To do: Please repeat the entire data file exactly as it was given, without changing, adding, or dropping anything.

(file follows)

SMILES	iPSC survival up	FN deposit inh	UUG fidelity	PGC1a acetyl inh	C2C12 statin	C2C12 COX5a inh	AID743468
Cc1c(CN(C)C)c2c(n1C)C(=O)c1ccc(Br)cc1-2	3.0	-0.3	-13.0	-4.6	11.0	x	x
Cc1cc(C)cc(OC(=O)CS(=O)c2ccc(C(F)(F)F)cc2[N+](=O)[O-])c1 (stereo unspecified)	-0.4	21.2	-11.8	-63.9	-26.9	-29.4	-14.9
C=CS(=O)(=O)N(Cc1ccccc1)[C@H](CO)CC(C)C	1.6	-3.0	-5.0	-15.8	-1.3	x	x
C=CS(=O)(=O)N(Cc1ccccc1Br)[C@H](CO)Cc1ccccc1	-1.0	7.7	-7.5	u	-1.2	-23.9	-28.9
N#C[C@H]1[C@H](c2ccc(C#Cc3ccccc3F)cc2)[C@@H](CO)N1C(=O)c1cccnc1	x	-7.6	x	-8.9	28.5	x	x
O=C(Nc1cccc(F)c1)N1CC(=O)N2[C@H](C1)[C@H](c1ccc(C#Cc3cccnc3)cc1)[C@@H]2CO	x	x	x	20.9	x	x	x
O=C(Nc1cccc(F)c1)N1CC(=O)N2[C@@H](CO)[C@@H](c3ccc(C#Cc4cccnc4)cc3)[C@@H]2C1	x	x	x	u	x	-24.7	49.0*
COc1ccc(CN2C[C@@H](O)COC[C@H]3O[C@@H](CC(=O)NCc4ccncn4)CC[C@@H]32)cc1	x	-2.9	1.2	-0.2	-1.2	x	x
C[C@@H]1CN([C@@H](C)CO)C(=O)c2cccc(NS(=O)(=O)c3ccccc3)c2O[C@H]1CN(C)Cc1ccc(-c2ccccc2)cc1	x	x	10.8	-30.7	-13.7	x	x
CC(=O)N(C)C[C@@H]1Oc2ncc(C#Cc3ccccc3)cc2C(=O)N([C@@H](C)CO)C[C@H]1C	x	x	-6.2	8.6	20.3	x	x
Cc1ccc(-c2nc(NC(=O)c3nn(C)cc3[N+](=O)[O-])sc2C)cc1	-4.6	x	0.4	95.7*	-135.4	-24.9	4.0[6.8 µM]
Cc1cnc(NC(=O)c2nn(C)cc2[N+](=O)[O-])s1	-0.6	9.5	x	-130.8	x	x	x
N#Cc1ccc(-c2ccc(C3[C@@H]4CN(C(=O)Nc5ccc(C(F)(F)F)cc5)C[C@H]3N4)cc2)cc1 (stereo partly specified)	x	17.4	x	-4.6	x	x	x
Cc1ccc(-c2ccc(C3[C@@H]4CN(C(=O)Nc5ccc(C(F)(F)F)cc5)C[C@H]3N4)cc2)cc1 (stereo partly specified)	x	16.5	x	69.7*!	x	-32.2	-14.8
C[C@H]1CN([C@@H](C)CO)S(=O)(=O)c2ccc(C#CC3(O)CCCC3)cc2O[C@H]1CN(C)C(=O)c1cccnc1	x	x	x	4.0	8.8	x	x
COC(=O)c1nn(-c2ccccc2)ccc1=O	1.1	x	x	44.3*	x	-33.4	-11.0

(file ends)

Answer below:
SMILES	iPSC survival up	FN deposit inh	UUG fidelity	PGC1a acetyl inh	C2C12 statin	C2C12 COX5a inh	AID743468
Cc1c(CN(C)C)c2c(n1C)C(=O)c1ccc(Br)cc1-2	3.0	-0.3	-13.0	-4.6	11.0	x	x
Cc1cc(C)cc(OC(=O)CS(=O)c2ccc(C(F)(F)F)cc2[N+](=O)[O-])c1 (stereo unspecified)	-0.4	21.2	-11.8	-63.9	-26.9	-29.4	-14.9
C=CS(=O)(=O)N(Cc1ccccc1)[C@H](CO)CC(C)C	1.6	-3.0	-5.0	-15.8	-1.3	x	x
C=CS(=O)(=O)N(Cc1ccccc1Br)[C@H](CO)Cc1ccccc1	-1.0	7.7	-7.5	u	-1.2	-23.9	-28.9
N#C[C@H]1[C@H](c2ccc(C#Cc3ccccc3F)cc2)[C@@H](CO)N1C(=O)c1cccnc1	x	-7.6	x	-8.9	28.5	x	x
O=C(Nc1cccc(F)c1)N1CC(=O)N2[C@H](C1)[C@H](c1ccc(C#Cc3cccnc3)cc1)[C@@H]2CO	x	x	x	20.9	x	x	x
O=C(Nc1cccc(F)c1)N1CC(=O)N2[C@@H](CO)[C@@H](c3ccc(C#Cc4cccnc4)cc3)[C@@H]2C1	x	x	x	u	x	-24.7	49.0*
COc1ccc(CN2C[C@@H](O)COC[C@H]3O[C@@H](CC(=O)NCc4ccncn4)CC[C@@H]32)cc1	x	-2.9	1.2	-0.2	-1.2	x	x
C[C@@H]1CN([C@@H](C)CO)C(=O)c2cccc(NS(=O)(=O)c3ccccc3)c2O[C@H]1CN(C)Cc1ccc(-c2ccccc2)cc1	x	x	10.8	-30.7	-13.7	x	x
CC(=O)N(C)C[C@@H]1Oc2ncc(C#Cc3ccccc3)cc2C(=O)N([C@@H](C)CO)C[C@H]1C	x	x	-6.2	8.6	20.3	x	x
Cc1ccc(-c2nc(NC(=O)c3nn(C)cc3[N+](=O)[O-])sc2C)cc1	-4.6	x	0.4	95.7*	-135.4	-24.9	4.0[6.8 µM]
Cc1cnc(NC(=O)c2nn(C)cc2[N+](=O)[O-])s1	-0.6	9.5	x	-130.8	x	x	x
N#Cc1ccc(-c2ccc(C3[C@@H]4CN(C(=O)Nc5ccc(C(F)(F)F)cc5)C[C@H]3N4)cc2)cc1 (stereo partly specified)	x	17.4	x	-4.6	x	x	x
Cc1ccc(-c2ccc(C3[C@@H]4CN(C(=O)Nc5ccc(C(F)(F)F)cc5)C[C@H]3N4)cc2)cc1 (stereo partly specified)	x	16.5	x	69.7*!	x	-32.2	-14.8
C[C@H]1CN([C@@H](C)CO)S(=O)(=O)c2ccc(C#CC3(O)CCCC3)cc2O[C@H]1CN(C)C(=O)c1cccnc1	x	x	x	4.0	8.8	x	x
COC(=O)c1nn(-c2ccccc2)ccc1=O	1.1	x	x	44.3*	x	-33.4	-11.0